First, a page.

The Future of Mental Health


The Future of Mental Health: Using Futures and Foresight Thinking for a Post-COVID-19 Response

Over the last year, IAM and the Ontario College of Art and Design University CO (OCAD U CO) have been leading a foresight initiative with partners across Canada. Together, we have been exploring the long-term impact of the COVID-19 pandemic on the mental health of Canadians, and what this will mean at a systems level, now and into the future. The report is now available:

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Overview: The Future of Mental Health Initiative
Our wellbeing is connected to so many other areas of our lives, from work, education, service and care, to more complex issues like food and income security, the safety of our children and elders, and the most vulnerable in our society. In the wake of COVID-19, so many of these areas have been compromised, which is having an impact on our mental health.

To address this, we need to respond not only to the immediate impact, but to how this pandemic will shape mental health in Canada for years to come. IAM, together with OCADU C O, is leading this work and inviting a diverse range of partners across the mental health space to join us. Using futures-foresight thinking, we are rethinking the ways our society’s mental health will shift and change in the future, into 2031, and where there are potential points of intervention that we can plan around today so we can optimize our outcomes tomorrow.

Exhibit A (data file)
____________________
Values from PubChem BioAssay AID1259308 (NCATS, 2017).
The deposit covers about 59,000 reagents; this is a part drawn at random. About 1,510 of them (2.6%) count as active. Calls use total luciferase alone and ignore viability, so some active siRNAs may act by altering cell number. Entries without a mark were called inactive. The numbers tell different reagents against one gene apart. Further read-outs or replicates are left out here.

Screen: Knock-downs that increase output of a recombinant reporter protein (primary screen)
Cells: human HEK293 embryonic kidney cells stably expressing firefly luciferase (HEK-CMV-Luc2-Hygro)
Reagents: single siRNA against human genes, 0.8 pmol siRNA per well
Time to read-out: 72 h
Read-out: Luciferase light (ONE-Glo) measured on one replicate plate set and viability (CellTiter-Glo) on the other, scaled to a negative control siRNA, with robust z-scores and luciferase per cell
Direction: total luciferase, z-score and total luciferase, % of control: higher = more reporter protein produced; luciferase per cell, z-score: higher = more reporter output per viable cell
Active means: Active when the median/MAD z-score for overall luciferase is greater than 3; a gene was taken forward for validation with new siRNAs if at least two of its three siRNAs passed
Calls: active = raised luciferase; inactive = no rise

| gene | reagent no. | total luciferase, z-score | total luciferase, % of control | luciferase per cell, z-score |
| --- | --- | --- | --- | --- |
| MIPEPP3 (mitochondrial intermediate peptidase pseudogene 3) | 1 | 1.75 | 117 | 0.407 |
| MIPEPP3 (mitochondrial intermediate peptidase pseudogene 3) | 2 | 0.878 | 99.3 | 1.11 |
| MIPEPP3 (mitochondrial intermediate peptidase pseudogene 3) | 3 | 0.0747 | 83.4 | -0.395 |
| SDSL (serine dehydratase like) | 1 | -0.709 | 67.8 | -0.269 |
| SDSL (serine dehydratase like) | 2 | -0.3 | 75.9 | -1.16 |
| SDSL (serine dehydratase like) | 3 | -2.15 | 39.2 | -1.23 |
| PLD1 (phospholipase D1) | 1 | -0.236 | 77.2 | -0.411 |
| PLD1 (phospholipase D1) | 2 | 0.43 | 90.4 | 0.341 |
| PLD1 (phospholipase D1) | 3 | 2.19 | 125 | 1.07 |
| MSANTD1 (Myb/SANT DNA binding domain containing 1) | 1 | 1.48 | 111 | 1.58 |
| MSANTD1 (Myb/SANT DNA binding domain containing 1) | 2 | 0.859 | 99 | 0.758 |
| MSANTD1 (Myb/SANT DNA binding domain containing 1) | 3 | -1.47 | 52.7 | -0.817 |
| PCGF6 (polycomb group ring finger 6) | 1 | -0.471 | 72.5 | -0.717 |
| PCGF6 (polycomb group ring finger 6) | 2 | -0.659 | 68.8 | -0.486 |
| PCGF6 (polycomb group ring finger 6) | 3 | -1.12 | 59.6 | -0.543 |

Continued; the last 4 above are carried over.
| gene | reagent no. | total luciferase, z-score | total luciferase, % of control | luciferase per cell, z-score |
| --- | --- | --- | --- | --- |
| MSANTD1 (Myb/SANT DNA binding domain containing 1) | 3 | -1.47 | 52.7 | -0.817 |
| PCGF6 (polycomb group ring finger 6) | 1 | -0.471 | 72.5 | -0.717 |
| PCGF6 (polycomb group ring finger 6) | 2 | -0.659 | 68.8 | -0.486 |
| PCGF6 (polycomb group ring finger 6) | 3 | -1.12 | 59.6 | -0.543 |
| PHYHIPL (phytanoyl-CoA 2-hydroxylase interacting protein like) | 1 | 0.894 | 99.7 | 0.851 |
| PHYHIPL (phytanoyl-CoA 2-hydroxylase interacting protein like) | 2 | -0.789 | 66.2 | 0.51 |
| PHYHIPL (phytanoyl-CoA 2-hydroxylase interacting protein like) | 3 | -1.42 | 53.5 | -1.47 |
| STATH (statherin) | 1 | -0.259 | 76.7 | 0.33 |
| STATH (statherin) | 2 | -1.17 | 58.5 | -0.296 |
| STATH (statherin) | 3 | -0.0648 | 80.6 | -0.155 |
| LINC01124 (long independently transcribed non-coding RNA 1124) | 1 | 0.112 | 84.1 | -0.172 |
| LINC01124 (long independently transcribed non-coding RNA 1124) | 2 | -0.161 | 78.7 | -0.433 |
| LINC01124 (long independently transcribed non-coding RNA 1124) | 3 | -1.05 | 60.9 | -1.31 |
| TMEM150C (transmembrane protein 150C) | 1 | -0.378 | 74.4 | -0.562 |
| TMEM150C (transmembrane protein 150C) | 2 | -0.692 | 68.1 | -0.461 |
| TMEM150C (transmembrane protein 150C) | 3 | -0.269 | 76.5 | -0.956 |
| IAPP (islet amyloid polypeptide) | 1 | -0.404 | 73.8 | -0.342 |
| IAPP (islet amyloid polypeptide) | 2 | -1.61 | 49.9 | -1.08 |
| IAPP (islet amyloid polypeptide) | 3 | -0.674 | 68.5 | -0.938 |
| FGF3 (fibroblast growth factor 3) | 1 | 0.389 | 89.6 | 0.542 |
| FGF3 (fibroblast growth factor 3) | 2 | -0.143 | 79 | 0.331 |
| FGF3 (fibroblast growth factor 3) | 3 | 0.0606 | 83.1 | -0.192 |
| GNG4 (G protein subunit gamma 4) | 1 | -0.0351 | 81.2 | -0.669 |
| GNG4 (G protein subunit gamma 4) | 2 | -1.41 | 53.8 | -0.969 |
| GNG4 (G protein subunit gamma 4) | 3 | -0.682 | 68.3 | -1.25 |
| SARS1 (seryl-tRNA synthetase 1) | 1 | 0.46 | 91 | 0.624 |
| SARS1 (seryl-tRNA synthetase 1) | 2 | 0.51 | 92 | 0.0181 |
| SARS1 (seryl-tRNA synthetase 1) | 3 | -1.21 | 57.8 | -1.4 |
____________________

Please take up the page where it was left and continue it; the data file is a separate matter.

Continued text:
Why Future & Foresight Thinking?

We have an immediate need to rethink how we plan for the future of our mental health. We need new approaches to get ahead of our uncertain and ever-changing circumstances, and begin thinking about the ‘aftershocks’ of the COVID-19 crisis.                    

Futures literacy is a proven, evidence-based, methodology that allows us to work backwards from the future, not from our current place of urgency and reaction. Instead of predicting what this pandemic will mean for our mental health, through this initiative we are asking ourselves questions about what we don’t necessarily know and what we assume. We are trying to better understand the economic, technological, social and health challenges that lie in the future. By doing this, we can better envision the future and then begin to plan and make decisions for it.

Next Steps:

We hope this work will help our partners in mental health plan for the future, and to develop strategies and solutions for their respective organizations and communities. Beyond this, we also hope our readers see the potential for ‘calls to action’ in this report, and a second movement where together, we can consider opportunities for intervention and problem-solving.

Starting this fall, IAM will be creating a working group to continue this conversation with partners, and we invite anyone who intersects with mental health to join us. If you are interested, please contact us at [email protected] and we will keep you updated on next steps. In the meantime, we welcome your feedback, thoughts and ideas on this report, which you can email to us. Your insights are incredibly valuable to us.